Nothing quite like a visit to hospital to make one queezy at the end of the day.Although St Thomas’ Hospital has relocated to the southern end of Westminster Bridge, it’s former neighbour, Guy’s Hospital, opened by Thomas Guy (who was on the board of Thomas’s – confused yet?) as a place for the incurable whereas Thomas’ was for operations and known treatment, remains on its original site as a teaching hospital.An historic operating theatre of St Thomas’ remains open, accessed through the bell tower of its former chapel.The instruments or implements used in the 1800s were not for the faint hearted. *trigger warning*Lord Lister’s carbolic spray apparatus, used to prevent inflection, was fascinating and the display included a letter signed by him. He had operated on Queen Victoria at St Thomas’ and was duly made a Baron for discovering antiseptic.A portable font for baptism in hospital has been preserved too.Across the road at Guy’s (still a teaching hospital), we saw Thomas Guy’s statue and his tomb in the hospital chapel.Even John Keats, who studied at Guy’s made an appearance.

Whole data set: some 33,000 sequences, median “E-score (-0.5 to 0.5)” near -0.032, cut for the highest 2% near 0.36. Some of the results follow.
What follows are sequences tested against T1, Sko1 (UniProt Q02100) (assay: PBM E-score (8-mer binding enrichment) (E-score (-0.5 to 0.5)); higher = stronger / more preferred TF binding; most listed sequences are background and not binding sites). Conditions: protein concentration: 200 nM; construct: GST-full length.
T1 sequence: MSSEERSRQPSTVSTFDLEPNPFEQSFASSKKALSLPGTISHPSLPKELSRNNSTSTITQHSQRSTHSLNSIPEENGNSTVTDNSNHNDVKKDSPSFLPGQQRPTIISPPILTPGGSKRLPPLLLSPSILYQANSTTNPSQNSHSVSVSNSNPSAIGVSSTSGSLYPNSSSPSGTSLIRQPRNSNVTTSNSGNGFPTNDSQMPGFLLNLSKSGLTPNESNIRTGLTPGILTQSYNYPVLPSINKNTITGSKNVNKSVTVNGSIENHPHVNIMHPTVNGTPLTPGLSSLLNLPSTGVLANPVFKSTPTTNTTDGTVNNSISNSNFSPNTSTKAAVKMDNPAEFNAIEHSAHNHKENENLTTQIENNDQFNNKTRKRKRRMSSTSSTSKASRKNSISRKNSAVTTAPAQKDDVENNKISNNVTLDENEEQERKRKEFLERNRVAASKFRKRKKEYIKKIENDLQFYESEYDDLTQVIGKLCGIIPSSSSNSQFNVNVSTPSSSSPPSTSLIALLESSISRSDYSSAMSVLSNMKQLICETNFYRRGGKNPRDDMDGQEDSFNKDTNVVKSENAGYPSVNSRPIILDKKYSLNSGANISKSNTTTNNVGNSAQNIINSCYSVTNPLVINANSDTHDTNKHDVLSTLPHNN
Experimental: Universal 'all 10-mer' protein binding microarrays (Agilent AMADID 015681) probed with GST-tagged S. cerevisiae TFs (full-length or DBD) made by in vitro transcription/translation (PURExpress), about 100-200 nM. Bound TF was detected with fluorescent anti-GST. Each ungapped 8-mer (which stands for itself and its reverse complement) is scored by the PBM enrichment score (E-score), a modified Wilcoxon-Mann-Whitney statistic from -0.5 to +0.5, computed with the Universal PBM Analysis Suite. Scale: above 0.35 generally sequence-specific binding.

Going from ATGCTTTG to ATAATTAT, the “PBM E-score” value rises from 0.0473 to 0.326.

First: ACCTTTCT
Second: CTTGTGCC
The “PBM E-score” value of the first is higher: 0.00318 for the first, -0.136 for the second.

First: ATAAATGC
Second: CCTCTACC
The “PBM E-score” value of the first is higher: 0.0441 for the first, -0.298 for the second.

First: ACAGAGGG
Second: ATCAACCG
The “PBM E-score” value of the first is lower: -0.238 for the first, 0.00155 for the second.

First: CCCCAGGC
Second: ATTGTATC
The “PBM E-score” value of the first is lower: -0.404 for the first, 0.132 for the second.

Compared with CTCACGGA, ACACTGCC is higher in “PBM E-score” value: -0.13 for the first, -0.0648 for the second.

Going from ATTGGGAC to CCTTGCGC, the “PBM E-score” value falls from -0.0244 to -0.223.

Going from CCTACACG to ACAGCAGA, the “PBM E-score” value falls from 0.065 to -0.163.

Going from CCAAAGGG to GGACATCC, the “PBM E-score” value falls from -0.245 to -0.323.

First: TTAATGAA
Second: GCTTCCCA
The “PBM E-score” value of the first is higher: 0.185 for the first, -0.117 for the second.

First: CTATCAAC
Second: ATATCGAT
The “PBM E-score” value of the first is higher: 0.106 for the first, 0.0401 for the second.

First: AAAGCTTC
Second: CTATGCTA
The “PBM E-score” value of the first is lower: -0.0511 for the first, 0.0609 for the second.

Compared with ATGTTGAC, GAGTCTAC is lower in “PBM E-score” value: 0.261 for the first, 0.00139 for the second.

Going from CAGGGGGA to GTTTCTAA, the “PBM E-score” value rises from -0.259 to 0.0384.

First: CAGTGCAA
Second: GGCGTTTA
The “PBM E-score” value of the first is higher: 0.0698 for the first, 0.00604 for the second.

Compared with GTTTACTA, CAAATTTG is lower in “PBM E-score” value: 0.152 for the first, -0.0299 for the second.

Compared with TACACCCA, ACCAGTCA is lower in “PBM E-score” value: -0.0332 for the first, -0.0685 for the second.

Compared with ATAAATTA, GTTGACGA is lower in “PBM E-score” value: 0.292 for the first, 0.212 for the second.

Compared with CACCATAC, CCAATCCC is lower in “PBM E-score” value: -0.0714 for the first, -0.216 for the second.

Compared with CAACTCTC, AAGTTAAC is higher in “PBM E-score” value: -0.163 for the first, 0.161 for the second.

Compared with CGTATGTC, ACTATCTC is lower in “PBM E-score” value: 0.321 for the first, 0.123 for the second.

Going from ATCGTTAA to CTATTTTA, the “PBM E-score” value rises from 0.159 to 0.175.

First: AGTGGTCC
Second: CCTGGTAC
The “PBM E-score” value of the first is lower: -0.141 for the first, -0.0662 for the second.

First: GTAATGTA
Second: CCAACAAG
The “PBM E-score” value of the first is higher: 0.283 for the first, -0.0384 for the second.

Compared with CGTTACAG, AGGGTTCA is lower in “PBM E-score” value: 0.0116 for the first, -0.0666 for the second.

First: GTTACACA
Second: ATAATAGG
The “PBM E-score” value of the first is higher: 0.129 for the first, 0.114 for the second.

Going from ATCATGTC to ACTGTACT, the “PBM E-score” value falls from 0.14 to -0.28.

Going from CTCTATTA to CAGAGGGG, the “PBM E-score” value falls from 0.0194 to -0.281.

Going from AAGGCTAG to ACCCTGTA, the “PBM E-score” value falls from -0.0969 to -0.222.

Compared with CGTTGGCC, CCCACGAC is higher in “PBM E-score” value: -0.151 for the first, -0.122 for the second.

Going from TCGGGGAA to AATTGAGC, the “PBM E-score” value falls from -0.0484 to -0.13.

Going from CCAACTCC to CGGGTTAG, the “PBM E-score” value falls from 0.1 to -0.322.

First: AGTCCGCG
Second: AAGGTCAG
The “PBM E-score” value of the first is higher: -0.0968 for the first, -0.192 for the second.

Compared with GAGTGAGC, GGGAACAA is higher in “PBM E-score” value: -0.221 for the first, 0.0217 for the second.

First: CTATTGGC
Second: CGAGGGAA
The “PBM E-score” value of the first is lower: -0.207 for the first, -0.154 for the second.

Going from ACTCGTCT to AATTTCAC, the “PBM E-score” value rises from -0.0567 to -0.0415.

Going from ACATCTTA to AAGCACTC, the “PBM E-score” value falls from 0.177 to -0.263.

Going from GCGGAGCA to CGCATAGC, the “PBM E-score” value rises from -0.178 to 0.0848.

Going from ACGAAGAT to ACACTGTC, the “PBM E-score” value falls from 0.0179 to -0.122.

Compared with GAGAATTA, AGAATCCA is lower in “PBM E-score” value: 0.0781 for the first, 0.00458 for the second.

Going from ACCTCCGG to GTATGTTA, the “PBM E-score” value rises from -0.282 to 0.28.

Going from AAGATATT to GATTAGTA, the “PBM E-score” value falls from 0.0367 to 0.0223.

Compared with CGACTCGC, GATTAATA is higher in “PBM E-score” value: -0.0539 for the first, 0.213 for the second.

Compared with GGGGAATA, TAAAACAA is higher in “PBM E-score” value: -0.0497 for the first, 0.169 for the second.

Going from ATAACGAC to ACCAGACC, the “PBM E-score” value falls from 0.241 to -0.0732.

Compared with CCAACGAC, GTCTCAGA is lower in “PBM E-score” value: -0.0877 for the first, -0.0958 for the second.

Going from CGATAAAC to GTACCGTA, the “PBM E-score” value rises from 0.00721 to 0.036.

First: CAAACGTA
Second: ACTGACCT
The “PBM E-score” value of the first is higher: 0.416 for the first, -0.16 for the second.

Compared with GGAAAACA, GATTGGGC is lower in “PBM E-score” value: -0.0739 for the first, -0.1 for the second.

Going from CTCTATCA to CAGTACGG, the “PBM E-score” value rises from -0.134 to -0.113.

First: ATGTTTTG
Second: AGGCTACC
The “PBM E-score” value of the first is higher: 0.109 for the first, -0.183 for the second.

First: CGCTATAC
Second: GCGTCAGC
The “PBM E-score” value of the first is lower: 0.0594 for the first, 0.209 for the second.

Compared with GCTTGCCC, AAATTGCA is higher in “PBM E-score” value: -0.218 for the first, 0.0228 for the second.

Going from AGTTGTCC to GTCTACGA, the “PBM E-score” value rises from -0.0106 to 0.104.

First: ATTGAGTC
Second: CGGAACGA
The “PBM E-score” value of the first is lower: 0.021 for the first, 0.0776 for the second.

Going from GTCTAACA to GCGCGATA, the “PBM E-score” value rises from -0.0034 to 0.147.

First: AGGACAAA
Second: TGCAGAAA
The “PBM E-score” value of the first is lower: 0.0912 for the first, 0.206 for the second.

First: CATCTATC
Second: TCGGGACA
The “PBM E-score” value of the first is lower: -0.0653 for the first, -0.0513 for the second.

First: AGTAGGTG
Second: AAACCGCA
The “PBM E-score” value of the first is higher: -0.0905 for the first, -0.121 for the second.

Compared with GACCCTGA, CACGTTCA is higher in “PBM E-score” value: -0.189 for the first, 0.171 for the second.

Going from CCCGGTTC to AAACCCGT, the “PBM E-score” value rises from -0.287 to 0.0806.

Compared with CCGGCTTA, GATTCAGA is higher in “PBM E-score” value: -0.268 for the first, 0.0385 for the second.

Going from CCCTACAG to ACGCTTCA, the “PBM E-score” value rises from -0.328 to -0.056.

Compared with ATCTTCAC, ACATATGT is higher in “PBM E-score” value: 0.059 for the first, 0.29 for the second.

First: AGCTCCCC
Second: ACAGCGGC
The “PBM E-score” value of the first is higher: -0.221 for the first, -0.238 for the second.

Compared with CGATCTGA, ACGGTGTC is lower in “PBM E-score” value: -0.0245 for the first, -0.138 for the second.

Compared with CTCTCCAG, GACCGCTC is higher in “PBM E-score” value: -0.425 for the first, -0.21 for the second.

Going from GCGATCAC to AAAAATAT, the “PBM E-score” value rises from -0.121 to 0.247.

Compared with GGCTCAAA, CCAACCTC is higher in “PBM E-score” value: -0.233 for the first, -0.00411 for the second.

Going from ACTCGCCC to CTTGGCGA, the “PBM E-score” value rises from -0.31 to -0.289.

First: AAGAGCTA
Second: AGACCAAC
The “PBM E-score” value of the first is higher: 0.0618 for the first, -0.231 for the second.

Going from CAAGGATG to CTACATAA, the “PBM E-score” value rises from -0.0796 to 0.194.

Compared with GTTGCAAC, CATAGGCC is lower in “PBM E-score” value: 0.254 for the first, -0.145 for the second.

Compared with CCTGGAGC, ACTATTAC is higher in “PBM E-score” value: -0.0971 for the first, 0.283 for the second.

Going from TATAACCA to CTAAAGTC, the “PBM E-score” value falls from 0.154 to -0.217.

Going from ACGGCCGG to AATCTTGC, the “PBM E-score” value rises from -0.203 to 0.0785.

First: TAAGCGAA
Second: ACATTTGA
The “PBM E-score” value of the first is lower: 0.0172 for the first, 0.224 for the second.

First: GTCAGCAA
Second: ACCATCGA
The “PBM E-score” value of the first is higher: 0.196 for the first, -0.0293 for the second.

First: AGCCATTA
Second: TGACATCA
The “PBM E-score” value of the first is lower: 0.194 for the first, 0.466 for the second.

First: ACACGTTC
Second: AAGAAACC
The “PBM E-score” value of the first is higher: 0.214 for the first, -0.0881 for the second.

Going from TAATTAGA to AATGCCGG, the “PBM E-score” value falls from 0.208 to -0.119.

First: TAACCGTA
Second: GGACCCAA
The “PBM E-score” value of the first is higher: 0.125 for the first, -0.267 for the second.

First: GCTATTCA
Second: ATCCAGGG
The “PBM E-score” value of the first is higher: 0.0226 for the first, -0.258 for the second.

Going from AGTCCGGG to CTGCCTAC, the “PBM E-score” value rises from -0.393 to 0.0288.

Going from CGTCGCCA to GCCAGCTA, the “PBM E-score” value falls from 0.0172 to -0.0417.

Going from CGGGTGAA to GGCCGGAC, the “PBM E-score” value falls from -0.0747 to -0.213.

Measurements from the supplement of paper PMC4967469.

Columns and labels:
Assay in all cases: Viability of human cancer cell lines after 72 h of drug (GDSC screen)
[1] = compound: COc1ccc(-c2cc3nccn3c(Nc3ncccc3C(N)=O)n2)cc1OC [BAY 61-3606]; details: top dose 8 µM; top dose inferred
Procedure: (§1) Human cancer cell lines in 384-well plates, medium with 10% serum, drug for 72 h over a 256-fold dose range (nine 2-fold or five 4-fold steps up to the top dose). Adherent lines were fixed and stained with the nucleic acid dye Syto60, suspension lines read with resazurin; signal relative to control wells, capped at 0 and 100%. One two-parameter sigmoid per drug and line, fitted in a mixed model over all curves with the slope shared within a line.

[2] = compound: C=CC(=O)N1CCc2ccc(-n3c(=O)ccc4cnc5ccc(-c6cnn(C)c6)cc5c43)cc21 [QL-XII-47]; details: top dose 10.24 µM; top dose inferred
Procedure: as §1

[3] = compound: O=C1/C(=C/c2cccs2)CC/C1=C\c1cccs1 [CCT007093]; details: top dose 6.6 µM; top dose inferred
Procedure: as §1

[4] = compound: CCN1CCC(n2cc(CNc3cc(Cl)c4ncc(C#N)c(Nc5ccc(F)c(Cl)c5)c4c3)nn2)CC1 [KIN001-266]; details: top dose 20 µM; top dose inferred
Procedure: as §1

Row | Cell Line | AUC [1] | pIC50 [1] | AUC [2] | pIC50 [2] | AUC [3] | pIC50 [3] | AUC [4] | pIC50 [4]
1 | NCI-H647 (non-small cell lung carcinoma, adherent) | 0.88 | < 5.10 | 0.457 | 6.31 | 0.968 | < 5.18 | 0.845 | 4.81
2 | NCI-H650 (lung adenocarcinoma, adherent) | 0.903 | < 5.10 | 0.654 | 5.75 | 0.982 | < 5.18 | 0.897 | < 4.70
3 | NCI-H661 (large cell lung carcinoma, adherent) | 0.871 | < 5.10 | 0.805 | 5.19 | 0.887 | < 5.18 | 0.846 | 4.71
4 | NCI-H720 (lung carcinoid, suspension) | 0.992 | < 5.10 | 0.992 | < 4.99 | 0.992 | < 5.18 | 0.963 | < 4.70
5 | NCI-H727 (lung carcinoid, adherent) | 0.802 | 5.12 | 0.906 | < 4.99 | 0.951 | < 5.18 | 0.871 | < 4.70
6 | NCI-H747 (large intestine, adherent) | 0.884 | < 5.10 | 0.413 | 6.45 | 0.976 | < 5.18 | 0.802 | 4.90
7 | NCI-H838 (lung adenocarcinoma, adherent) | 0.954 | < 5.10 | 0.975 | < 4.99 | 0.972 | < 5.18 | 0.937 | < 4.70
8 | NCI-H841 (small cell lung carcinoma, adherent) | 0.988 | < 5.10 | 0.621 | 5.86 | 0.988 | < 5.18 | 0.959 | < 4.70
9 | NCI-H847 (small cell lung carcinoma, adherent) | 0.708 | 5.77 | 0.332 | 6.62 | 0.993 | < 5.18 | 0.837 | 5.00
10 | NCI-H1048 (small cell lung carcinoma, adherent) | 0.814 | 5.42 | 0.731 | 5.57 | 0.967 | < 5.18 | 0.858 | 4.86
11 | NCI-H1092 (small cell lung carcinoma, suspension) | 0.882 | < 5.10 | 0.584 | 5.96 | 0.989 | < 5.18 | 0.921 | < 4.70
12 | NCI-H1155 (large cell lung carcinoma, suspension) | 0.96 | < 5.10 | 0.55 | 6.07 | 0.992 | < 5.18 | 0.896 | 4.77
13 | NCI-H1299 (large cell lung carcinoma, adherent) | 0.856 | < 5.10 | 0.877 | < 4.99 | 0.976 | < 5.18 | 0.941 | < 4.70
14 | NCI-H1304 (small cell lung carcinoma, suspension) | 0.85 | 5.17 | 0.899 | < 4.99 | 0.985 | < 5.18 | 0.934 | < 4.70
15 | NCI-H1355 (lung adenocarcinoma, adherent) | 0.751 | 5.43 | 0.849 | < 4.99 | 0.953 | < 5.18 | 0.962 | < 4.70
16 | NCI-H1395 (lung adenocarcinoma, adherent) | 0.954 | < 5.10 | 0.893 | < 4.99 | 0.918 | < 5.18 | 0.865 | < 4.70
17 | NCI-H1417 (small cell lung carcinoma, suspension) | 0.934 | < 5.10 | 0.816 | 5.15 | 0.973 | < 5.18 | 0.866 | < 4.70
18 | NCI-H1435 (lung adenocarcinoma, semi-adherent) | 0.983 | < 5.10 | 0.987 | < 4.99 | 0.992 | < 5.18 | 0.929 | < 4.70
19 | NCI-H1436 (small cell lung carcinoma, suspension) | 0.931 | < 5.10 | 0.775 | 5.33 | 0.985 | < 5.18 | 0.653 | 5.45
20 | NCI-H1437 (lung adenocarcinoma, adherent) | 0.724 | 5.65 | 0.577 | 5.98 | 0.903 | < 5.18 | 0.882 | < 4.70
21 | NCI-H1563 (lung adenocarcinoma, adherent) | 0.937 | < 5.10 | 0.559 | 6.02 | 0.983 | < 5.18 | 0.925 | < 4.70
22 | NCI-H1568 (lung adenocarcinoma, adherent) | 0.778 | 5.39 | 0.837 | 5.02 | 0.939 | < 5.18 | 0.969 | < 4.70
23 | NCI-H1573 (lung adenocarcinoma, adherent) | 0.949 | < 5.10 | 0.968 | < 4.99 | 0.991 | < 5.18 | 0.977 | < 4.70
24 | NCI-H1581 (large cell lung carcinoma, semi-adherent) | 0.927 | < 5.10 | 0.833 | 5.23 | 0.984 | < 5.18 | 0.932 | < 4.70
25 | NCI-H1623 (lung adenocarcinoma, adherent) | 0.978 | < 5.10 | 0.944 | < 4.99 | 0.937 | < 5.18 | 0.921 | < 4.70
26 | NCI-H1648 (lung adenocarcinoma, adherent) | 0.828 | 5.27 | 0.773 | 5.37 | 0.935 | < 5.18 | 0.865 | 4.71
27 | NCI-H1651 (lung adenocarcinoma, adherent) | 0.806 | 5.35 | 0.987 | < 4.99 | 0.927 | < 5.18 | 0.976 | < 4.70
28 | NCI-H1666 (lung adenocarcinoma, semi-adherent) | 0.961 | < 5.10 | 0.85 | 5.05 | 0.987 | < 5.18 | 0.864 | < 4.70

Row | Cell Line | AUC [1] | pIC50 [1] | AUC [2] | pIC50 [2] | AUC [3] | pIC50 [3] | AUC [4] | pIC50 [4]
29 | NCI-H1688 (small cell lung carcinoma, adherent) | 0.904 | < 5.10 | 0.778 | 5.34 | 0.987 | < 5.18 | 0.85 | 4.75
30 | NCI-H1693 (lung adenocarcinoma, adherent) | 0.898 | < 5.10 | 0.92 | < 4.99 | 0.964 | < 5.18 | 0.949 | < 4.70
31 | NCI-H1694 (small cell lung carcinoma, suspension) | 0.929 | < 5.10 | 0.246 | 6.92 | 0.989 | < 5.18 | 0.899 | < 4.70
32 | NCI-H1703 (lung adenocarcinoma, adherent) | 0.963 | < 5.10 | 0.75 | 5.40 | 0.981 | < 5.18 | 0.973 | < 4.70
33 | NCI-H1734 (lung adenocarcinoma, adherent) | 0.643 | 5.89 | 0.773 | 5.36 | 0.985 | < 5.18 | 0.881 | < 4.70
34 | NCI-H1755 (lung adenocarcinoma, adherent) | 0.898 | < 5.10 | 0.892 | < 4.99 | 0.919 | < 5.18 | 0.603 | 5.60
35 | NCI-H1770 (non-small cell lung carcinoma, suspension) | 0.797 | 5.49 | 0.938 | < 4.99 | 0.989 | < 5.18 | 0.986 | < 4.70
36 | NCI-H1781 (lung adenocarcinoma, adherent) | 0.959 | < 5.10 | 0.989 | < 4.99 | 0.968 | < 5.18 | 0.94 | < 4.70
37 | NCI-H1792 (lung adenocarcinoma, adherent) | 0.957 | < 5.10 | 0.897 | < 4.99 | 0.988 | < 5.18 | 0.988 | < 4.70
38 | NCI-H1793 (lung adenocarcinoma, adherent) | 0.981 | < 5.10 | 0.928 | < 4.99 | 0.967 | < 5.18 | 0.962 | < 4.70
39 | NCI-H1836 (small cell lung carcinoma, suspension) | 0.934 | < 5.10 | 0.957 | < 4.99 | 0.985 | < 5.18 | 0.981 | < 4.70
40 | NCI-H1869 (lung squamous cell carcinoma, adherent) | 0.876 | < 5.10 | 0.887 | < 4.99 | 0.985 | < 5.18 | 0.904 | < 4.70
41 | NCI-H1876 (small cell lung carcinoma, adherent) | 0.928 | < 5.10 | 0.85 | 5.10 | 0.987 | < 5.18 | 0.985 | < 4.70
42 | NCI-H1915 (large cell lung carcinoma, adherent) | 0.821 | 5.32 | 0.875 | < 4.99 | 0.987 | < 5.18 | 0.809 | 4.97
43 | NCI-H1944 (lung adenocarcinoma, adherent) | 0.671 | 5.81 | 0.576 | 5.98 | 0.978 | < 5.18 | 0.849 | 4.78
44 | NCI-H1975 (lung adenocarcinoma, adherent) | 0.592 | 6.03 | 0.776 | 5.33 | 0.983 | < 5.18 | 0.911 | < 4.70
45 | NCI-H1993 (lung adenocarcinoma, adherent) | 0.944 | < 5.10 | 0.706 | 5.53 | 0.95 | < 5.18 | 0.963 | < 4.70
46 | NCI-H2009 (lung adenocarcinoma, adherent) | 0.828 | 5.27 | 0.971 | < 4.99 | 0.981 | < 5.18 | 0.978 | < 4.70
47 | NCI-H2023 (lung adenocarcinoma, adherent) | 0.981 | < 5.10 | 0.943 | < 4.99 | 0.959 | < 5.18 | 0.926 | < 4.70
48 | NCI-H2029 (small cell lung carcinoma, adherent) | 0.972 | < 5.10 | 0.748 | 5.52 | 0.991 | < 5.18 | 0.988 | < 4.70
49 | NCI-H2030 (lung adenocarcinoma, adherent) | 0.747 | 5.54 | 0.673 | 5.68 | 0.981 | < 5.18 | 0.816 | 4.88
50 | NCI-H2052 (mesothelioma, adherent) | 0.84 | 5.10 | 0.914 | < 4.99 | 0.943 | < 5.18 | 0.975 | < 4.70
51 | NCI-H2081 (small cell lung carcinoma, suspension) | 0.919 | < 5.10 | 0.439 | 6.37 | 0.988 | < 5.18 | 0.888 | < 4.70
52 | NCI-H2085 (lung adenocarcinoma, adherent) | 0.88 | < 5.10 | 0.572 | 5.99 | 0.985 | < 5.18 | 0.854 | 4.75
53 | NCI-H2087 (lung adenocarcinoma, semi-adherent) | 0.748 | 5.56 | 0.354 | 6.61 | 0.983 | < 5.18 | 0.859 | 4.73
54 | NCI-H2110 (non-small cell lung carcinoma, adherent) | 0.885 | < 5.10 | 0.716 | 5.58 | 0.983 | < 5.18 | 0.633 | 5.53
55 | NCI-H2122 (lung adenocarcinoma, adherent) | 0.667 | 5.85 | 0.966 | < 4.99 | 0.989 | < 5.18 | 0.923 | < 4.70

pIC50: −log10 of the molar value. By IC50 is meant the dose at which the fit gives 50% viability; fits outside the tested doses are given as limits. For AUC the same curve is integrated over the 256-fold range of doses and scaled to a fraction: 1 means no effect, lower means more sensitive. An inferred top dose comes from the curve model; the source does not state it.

Guy’s is so well known. We are acquainted with your ancestor’s name, Lord Lister, I am reminded of your second name whenever I use Listerine.